The world's first wiki where authorship really matters (Nature Genetics, 2008). Due credit and reputation for authors. Imagine a global collaborative knowledge base for original thoughts. Search thousands of articles and collaborate with scientists around the globe.

wikigene or wiki gene protein drug chemical gene disease author authorship tracking collaborative publishing evolutionary knowledge reputation system wiki2.0 global collaboration genes proteins drugs chemicals diseases compound
Hoffmann, R. A wiki for the life sciences where authorship matters. Nature Genetics (2008)

Neurotransmission in the sheep middle cerebral artery: modulation of responses by 5-HT and haemolysate.

In ring sections of the sheep middle cerebral artery, electrical field stimulation elicits a complex response due to the simultaneous release of vasodilator and vasoconstrictor neurotransmitters. Haemolysate abolishes the relaxant effects of the vasodilator neurotransmitter and causes a marked augmentation of the contractile response in both the presence (448 +/- 191%) and absence (409 +/- 134%) of an intact endothelium. The haemolysate also reverses relaxation induced by sodium nitroprusside or sodium nitrite but has no effect on relaxation induced by 8-Br-cGMP. The vasodilator neurotransmitter therefore appears to act directly on the smooth muscle to cause relaxation by the stimulation of guanylate cyclase. The vasoconstrictor neurotransmitters that are released are antagonised by prazosin (100 nM), ketanserin (100 nM) and atropine (100 nM), which suggests that the transmitters involved are noradrenaline, 5-hydroxytryptamine (5-HT), and acetylcholine, respectively. In the presence of these three antagonists at 10 microM, there was 86.9 +/- 4.8% inhibition. Incubation with 5-HT (10 microM) causes a marked augmentation of the contractile response (267 +/- 56%) to field stimulation that can be reduced by pretreatment with either desipramine or citalopram, inhibitors of noradrenergic and serotoninergic uptake mechanisms, respectively. The 5-HT appears to be taken up into noradrenergic nerves and released as an alternative neurotransmitter upon subsequent stimulation. These actions of haemolysate and 5-HT may be involved in the cerebral vasospasm observed following subarachnoid haemorrhage.[1]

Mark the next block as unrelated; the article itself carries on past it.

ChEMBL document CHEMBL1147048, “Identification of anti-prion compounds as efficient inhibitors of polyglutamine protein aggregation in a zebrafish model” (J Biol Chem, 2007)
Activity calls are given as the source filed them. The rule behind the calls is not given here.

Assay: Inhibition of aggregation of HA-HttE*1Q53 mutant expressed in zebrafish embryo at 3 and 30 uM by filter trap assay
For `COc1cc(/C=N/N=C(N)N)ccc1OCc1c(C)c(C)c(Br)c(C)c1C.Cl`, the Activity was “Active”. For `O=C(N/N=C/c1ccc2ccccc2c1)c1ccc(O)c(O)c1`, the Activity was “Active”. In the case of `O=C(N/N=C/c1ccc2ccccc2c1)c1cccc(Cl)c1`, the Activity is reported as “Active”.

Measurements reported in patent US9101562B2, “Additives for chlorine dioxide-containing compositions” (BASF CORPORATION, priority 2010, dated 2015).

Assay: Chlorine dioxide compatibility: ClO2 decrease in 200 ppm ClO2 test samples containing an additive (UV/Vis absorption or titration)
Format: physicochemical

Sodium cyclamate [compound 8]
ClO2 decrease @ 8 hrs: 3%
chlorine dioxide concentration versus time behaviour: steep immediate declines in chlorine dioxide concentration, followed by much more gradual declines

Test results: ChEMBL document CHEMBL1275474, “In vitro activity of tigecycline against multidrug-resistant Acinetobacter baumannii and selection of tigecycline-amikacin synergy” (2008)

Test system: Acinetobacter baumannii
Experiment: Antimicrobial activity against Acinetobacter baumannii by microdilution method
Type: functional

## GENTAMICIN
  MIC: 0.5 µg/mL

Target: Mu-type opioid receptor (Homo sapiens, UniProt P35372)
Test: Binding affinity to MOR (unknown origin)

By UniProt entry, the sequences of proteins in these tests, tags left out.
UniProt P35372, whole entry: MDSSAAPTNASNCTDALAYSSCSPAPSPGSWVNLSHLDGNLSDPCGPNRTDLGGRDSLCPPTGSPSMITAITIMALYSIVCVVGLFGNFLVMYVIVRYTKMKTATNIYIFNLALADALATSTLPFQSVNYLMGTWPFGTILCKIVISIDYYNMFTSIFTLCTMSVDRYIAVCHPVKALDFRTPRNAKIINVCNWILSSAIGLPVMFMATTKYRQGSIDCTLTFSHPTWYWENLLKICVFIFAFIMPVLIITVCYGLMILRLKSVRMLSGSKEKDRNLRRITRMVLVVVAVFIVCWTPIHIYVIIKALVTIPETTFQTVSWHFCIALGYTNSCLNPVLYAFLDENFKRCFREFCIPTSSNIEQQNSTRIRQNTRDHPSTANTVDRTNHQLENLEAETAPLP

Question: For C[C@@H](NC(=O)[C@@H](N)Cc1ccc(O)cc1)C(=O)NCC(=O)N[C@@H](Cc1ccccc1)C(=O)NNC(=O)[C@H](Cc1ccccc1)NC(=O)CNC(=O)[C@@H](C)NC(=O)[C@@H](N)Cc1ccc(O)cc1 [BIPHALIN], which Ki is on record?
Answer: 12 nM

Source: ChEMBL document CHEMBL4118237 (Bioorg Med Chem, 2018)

1. Neurotransmission in the sheep middle cerebral artery: modulation of responses by 5-HT and haemolysate. Gaw, A.J., Wadsworth, R.M., Humphrey, P.P. J. Cereb. Blood Flow Metab. (1990) [Pubmed]
WikiGenes - Universities